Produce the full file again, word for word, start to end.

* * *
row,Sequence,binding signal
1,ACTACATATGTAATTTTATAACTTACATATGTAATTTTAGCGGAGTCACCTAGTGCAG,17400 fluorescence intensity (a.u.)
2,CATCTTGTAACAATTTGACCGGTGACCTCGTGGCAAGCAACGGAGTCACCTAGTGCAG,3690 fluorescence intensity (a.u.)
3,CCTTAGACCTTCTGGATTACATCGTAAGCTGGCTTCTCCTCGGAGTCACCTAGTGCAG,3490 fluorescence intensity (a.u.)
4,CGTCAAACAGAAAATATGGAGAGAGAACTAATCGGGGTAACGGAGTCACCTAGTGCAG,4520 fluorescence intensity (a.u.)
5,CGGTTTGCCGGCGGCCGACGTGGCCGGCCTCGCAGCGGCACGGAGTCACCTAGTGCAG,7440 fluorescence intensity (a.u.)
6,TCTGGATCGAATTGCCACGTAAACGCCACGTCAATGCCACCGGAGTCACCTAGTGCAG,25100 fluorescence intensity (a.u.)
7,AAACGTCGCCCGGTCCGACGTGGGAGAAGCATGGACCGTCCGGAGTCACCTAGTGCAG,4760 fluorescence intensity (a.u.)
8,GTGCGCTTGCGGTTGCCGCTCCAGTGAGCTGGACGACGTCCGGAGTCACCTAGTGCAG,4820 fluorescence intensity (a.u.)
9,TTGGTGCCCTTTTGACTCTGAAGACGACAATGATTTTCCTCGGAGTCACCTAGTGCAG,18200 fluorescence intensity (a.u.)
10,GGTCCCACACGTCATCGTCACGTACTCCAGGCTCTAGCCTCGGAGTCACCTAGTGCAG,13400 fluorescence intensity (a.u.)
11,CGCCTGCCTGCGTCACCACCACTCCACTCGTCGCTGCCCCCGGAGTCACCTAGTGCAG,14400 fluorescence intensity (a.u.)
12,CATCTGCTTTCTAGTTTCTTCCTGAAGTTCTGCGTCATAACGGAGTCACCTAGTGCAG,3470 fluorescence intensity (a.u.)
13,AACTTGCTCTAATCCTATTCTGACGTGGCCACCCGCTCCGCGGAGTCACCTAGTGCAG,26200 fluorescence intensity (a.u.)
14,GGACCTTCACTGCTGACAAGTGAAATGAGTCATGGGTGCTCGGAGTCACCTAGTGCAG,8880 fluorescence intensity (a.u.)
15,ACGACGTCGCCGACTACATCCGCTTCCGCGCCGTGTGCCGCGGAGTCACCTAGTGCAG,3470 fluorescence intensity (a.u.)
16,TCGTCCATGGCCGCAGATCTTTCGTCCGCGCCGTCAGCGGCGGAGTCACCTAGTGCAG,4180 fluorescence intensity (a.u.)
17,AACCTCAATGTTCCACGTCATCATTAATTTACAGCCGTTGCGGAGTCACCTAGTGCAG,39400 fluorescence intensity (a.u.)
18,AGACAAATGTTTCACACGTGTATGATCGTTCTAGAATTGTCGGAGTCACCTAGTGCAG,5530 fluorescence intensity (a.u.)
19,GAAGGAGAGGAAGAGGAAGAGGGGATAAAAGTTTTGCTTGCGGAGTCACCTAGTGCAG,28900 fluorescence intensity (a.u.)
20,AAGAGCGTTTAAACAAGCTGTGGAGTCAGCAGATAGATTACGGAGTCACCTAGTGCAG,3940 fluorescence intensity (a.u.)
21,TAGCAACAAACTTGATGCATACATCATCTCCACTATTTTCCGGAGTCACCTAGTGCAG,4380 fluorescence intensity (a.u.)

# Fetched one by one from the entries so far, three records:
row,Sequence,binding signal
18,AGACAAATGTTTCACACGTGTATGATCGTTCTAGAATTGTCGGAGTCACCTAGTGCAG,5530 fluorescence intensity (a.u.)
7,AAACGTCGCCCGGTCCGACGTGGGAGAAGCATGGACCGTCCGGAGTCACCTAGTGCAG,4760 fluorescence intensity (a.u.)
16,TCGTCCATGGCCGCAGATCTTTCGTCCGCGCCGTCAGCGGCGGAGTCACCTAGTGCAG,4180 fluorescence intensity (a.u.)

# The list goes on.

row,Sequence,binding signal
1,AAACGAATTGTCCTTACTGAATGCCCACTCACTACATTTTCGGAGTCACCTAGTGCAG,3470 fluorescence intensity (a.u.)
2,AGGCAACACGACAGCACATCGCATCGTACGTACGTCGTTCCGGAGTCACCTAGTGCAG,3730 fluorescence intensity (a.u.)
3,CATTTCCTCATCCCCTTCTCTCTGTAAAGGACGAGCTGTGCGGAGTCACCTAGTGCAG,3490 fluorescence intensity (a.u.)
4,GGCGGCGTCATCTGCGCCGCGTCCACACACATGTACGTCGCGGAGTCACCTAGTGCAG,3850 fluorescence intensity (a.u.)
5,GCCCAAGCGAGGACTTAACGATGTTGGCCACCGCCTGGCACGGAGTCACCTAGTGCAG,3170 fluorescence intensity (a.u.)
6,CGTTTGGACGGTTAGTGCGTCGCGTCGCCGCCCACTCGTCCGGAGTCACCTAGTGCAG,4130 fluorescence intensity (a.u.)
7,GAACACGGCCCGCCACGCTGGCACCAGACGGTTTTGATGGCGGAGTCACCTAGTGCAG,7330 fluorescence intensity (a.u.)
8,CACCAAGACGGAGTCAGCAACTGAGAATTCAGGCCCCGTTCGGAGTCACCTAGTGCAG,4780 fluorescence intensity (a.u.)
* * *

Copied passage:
row,Sequence,binding signal
1,ACTACATATGTAATTTTATAACTTACATATGTAATTTTAGCGGAGTCACCTAGTGCAG,17400 fluorescence intensity (a.u.)
2,CATCTTGTAACAATTTGACCGGTGACCTCGTGGCAAGCAACGGAGTCACCTAGTGCAG,3690 fluorescence intensity (a.u.)
3,CCTTAGACCTTCTGGATTACATCGTAAGCTGGCTTCTCCTCGGAGTCACCTAGTGCAG,3490 fluorescence intensity (a.u.)
4,CGTCAAACAGAAAATATGGAGAGAGAACTAATCGGGGTAACGGAGTCACCTAGTGCAG,4520 fluorescence intensity (a.u.)
5,CGGTTTGCCGGCGGCCGACGTGGCCGGCCTCGCAGCGGCACGGAGTCACCTAGTGCAG,7440 fluorescence intensity (a.u.)
6,TCTGGATCGAATTGCCACGTAAACGCCACGTCAATGCCACCGGAGTCACCTAGTGCAG,25100 fluorescence intensity (a.u.)
7,AAACGTCGCCCGGTCCGACGTGGGAGAAGCATGGACCGTCCGGAGTCACCTAGTGCAG,4760 fluorescence intensity (a.u.)
8,GTGCGCTTGCGGTTGCCGCTCCAGTGAGCTGGACGACGTCCGGAGTCACCTAGTGCAG,4820 fluorescence intensity (a.u.)
9,TTGGTGCCCTTTTGACTCTGAAGACGACAATGATTTTCCTCGGAGTCACCTAGTGCAG,18200 fluorescence intensity (a.u.)
10,GGTCCCACACGTCATCGTCACGTACTCCAGGCTCTAGCCTCGGAGTCACCTAGTGCAG,13400 fluorescence intensity (a.u.)
11,CGCCTGCCTGCGTCACCACCACTCCACTCGTCGCTGCCCCCGGAGTCACCTAGTGCAG,14400 fluorescence intensity (a.u.)
12,CATCTGCTTTCTAGTTTCTTCCTGAAGTTCTGCGTCATAACGGAGTCACCTAGTGCAG,3470 fluorescence intensity (a.u.)
13,AACTTGCTCTAATCCTATTCTGACGTGGCCACCCGCTCCGCGGAGTCACCTAGTGCAG,26200 fluorescence intensity (a.u.)
14,GGACCTTCACTGCTGACAAGTGAAATGAGTCATGGGTGCTCGGAGTCACCTAGTGCAG,8880 fluorescence intensity (a.u.)
15,ACGACGTCGCCGACTACATCCGCTTCCGCGCCGTGTGCCGCGGAGTCACCTAGTGCAG,3470 fluorescence intensity (a.u.)
16,TCGTCCATGGCCGCAGATCTTTCGTCCGCGCCGTCAGCGGCGGAGTCACCTAGTGCAG,4180 fluorescence intensity (a.u.)
17,AACCTCAATGTTCCACGTCATCATTAATTTACAGCCGTTGCGGAGTCACCTAGTGCAG,39400 fluorescence intensity (a.u.)
18,AGACAAATGTTTCACACGTGTATGATCGTTCTAGAATTGTCGGAGTCACCTAGTGCAG,5530 fluorescence intensity (a.u.)
19,GAAGGAGAGGAAGAGGAAGAGGGGATAAAAGTTTTGCTTGCGGAGTCACCTAGTGCAG,28900 fluorescence intensity (a.u.)
20,AAGAGCGTTTAAACAAGCTGTGGAGTCAGCAGATAGATTACGGAGTCACCTAGTGCAG,3940 fluorescence intensity (a.u.)
21,TAGCAACAAACTTGATGCATACATCATCTCCACTATTTTCCGGAGTCACCTAGTGCAG,4380 fluorescence intensity (a.u.)

# Fetched one by one from the entries so far, three records:
row,Sequence,binding signal
18,AGACAAATGTTTCACACGTGTATGATCGTTCTAGAATTGTCGGAGTCACCTAGTGCAG,5530 fluorescence intensity (a.u.)
7,AAACGTCGCCCGGTCCGACGTGGGAGAAGCATGGACCGTCCGGAGTCACCTAGTGCAG,4760 fluorescence intensity (a.u.)
16,TCGTCCATGGCCGCAGATCTTTCGTCCGCGCCGTCAGCGGCGGAGTCACCTAGTGCAG,4180 fluorescence intensity (a.u.)

# The list goes on.

row,Sequence,binding signal
1,AAACGAATTGTCCTTACTGAATGCCCACTCACTACATTTTCGGAGTCACCTAGTGCAG,3470 fluorescence intensity (a.u.)
2,AGGCAACACGACAGCACATCGCATCGTACGTACGTCGTTCCGGAGTCACCTAGTGCAG,3730 fluorescence intensity (a.u.)
3,CATTTCCTCATCCCCTTCTCTCTGTAAAGGACGAGCTGTGCGGAGTCACCTAGTGCAG,3490 fluorescence intensity (a.u.)
4,GGCGGCGTCATCTGCGCCGCGTCCACACACATGTACGTCGCGGAGTCACCTAGTGCAG,3850 fluorescence intensity (a.u.)
5,GCCCAAGCGAGGACTTAACGATGTTGGCCACCGCCTGGCACGGAGTCACCTAGTGCAG,3170 fluorescence intensity (a.u.)
6,CGTTTGGACGGTTAGTGCGTCGCGTCGCCGCCCACTCGTCCGGAGTCACCTAGTGCAG,4130 fluorescence intensity (a.u.)
7,GAACACGGCCCGCCACGCTGGCACCAGACGGTTTTGATGGCGGAGTCACCTAGTGCAG,7330 fluorescence intensity (a.u.)
8,CACCAAGACGGAGTCAGCAACTGAGAATTCAGGCCCCGTTCGGAGTCACCTAGTGCAG,4780 fluorescence intensity (a.u.)